In the recent article "100 Years of Quantum Mysteries" (Scientific American, February 2001) Max Tegmark and John Archibald Wheeler speak of abstraction:
... Theories can be crudely organized in a family tree where each might, at least in principle, be derived from more fundamental ones above it. Almost at the top of the tree lie general relativity and quantum field theory. The first level of descendants includes special relativity and quantum mechanics, which in turn spawn electromagnetism, classical mechanics, atomic physics, and so on. Disciplines such as computer science, psychology and medicine appear far down in the lineage.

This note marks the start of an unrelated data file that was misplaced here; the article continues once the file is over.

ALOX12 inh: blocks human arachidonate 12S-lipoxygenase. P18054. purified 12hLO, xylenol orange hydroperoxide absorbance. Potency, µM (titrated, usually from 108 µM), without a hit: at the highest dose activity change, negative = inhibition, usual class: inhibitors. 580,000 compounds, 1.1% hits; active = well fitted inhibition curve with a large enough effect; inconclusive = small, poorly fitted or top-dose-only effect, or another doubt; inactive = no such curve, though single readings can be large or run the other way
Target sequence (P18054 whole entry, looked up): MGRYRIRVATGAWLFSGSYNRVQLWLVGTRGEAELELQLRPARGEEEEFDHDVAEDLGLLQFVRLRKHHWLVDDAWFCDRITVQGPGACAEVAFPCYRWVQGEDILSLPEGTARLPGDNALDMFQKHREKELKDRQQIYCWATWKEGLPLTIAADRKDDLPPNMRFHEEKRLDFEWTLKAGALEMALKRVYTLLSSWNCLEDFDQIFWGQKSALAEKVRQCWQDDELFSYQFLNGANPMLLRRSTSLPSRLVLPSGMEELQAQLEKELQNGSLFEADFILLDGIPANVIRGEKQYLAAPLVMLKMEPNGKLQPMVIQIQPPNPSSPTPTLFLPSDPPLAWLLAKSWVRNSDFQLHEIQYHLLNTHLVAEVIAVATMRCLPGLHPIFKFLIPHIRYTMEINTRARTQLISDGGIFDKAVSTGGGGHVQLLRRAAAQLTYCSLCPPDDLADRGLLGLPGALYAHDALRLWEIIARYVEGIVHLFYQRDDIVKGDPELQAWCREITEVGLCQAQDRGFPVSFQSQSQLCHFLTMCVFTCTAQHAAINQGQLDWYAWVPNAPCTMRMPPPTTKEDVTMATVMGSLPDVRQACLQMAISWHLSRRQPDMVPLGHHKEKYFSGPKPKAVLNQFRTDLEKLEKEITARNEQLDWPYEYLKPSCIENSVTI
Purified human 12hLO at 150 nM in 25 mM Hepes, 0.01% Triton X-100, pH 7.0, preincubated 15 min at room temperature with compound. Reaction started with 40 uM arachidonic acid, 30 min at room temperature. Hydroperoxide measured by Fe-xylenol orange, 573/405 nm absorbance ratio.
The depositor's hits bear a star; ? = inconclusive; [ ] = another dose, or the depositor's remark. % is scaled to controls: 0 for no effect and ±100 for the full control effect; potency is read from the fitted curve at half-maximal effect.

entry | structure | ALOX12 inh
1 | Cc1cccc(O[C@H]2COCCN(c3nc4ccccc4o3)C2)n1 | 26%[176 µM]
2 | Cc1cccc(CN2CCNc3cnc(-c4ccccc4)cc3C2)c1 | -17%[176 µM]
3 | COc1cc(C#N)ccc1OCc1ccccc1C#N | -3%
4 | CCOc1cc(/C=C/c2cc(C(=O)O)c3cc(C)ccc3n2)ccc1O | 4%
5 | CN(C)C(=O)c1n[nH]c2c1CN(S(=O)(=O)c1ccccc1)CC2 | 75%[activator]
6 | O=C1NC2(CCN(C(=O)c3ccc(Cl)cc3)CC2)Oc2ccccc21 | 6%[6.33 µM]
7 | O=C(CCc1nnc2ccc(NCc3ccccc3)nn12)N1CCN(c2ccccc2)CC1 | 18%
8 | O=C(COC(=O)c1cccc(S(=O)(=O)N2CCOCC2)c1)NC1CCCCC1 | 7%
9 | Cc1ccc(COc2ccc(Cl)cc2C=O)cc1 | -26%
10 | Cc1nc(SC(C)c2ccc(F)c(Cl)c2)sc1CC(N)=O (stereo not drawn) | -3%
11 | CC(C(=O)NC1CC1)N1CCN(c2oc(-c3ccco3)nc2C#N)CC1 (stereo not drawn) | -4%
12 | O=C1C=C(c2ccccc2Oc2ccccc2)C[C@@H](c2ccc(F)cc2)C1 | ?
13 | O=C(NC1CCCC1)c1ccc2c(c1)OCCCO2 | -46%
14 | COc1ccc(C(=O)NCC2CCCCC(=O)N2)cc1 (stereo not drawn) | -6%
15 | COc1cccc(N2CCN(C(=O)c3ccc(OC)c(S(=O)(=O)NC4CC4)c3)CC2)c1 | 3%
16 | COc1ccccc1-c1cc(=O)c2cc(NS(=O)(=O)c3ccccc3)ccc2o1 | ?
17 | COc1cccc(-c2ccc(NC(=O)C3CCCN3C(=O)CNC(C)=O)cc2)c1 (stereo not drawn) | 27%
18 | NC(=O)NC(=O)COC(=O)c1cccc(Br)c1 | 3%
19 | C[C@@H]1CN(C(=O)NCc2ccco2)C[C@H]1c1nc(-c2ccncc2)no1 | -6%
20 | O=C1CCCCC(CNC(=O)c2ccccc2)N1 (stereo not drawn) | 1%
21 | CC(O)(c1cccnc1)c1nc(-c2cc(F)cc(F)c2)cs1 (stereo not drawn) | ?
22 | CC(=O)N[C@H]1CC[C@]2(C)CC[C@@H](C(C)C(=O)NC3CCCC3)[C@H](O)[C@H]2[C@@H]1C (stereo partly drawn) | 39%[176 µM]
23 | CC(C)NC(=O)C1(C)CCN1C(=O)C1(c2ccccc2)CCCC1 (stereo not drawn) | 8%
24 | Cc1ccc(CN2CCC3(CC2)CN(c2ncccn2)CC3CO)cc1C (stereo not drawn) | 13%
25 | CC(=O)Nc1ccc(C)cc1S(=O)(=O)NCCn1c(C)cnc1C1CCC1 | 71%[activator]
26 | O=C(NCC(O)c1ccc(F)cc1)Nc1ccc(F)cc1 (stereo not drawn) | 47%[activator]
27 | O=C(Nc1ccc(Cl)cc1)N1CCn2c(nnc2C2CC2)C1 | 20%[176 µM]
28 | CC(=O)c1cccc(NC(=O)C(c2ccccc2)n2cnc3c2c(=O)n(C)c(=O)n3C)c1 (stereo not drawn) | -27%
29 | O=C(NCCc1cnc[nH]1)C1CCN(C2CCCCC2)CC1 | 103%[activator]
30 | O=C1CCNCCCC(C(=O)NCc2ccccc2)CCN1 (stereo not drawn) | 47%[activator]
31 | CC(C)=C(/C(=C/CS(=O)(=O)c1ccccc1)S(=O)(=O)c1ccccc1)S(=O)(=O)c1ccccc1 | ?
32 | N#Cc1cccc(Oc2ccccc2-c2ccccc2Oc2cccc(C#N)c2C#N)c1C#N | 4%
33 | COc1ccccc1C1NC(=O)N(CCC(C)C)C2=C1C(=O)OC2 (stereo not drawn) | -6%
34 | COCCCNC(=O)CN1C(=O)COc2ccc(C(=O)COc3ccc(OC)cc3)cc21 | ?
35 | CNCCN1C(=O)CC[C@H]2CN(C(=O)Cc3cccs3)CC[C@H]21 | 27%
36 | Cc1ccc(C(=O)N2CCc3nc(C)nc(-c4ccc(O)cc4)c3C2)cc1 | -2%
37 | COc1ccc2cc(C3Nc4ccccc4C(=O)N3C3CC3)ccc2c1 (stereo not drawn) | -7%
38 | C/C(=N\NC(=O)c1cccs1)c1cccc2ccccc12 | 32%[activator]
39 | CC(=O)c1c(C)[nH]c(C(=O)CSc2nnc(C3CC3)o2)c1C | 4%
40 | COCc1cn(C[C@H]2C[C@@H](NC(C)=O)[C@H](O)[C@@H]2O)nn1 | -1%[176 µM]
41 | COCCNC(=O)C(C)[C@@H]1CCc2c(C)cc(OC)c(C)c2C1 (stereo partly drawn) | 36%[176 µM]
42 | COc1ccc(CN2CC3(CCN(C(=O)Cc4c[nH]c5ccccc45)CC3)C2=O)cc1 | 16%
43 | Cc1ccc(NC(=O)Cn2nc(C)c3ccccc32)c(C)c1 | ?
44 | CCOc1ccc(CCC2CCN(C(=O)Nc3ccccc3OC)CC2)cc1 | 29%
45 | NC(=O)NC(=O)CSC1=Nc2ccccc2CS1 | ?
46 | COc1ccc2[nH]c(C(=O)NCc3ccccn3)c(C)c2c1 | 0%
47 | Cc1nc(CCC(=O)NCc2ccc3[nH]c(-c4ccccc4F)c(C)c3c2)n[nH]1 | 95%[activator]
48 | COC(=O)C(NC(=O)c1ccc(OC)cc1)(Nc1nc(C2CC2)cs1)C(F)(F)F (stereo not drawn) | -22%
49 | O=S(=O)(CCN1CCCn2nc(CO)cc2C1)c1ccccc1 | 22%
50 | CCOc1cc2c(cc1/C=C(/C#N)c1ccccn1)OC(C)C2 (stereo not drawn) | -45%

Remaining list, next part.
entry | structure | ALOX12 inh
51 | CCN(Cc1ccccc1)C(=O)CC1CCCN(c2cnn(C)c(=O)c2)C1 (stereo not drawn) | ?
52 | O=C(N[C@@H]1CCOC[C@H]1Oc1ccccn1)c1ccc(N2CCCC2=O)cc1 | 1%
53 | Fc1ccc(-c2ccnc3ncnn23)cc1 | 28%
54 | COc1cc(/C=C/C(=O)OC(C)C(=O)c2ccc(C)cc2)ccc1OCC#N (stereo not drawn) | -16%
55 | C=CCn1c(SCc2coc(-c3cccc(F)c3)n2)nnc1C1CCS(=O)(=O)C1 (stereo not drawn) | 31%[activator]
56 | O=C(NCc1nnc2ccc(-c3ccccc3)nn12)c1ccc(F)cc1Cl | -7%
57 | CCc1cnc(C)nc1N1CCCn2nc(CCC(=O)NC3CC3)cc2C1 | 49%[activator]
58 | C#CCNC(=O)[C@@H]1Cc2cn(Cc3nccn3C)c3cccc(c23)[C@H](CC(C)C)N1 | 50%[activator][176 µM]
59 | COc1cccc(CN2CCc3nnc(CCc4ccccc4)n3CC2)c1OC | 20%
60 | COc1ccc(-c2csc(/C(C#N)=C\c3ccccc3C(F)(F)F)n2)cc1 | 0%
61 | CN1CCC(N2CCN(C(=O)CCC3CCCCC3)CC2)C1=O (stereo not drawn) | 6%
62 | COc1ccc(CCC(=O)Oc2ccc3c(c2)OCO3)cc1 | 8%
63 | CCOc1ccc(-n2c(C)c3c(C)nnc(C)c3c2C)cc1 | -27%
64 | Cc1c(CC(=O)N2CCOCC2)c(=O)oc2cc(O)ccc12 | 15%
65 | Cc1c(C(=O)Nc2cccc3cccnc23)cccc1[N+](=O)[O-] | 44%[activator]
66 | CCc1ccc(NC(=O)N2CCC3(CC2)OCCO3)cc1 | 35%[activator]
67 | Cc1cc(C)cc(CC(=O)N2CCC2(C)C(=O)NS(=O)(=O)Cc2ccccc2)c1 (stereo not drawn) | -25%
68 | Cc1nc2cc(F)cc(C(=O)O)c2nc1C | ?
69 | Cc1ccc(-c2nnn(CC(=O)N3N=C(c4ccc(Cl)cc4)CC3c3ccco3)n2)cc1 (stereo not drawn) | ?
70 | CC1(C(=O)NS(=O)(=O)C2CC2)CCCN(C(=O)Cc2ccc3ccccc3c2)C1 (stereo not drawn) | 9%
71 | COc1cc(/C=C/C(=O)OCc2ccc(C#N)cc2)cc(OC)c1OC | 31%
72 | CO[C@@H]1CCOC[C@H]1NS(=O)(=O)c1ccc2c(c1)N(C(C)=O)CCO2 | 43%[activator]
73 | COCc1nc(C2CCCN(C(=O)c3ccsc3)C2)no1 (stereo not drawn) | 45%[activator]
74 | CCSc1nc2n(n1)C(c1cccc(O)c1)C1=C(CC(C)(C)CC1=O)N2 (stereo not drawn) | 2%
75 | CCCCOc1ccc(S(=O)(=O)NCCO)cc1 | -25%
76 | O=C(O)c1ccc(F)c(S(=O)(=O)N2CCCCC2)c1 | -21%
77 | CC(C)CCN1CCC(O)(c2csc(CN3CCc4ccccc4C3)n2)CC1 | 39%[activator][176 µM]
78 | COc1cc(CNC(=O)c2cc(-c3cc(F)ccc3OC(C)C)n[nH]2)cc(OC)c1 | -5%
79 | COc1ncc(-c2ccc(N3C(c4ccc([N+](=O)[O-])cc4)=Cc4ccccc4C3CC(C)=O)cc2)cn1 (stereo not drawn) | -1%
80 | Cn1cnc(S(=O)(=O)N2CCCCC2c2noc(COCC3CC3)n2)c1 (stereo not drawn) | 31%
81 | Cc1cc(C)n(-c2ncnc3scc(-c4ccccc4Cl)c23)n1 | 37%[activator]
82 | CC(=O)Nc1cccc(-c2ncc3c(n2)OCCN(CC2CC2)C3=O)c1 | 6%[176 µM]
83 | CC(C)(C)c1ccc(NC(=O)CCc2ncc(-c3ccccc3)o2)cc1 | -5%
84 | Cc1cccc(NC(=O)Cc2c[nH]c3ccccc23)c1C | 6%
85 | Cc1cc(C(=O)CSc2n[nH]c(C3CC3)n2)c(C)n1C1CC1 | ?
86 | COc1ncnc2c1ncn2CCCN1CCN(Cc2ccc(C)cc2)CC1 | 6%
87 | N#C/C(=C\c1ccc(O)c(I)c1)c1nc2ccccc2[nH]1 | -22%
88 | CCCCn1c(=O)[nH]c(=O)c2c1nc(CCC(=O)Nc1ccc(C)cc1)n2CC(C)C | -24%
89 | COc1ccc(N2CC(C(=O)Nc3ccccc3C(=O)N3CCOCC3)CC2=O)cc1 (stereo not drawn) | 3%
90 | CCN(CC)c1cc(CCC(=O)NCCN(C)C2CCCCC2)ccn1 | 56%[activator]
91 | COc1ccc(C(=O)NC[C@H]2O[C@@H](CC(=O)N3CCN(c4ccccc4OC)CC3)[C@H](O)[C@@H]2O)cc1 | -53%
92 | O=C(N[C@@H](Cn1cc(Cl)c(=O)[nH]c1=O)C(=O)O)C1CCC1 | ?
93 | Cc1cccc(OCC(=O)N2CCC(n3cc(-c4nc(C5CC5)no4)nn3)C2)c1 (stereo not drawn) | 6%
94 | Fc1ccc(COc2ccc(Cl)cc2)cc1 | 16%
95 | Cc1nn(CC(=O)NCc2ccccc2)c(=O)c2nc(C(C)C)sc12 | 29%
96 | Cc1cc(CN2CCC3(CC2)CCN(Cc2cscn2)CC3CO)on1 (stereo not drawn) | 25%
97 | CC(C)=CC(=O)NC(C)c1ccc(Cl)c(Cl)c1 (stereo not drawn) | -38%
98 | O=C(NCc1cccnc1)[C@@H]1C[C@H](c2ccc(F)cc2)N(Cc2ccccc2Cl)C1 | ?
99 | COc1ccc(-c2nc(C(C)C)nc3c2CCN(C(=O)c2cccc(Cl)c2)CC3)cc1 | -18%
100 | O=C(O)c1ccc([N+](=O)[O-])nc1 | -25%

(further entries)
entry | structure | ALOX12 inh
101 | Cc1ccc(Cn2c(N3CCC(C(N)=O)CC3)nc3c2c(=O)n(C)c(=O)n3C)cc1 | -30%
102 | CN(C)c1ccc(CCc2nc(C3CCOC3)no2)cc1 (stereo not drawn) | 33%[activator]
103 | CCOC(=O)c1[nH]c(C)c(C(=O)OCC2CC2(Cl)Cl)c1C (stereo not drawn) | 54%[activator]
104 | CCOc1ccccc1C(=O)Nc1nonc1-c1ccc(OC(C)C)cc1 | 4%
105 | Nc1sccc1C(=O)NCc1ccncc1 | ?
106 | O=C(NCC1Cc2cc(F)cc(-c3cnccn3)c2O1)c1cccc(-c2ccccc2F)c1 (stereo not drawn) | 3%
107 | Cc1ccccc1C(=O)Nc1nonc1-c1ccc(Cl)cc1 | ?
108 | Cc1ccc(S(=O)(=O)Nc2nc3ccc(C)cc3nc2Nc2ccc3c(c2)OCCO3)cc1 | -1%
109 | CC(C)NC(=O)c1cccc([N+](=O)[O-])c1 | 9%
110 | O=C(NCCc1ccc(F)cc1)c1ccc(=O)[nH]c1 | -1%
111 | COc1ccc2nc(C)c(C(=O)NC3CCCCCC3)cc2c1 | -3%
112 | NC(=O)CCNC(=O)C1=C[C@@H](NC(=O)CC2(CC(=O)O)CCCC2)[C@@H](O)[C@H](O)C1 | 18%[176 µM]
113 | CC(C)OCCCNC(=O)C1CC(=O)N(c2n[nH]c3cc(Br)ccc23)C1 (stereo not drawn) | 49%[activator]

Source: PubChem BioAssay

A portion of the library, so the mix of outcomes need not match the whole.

All these theories have two components: mathematical equations and words that explain how the equations are connected to what is observed in experiments. ... Crudely speaking, the ratio of equations to words decreases as one moves down the tree, dropping near zero for very applied fields such as medicine and sociology. In contrast, theories near the top are highly mathematical, and physicists are still struggling to comprehend the concepts that are encoded in the mathematics.
The ultimate goal of physics is to find what is jocularly referred to as a theory of everything, from which all else can be derived. ...
A theory of everything would probably have to contain no concepts at all.
This resonates with Martin Gardner's comment: "There is still a difference between something and nothing—but it is purely geometrical, and there is nothing behind the geometry."
Thursday, February 22, 2001 at 18:27:06 (EST) = Datetag20010222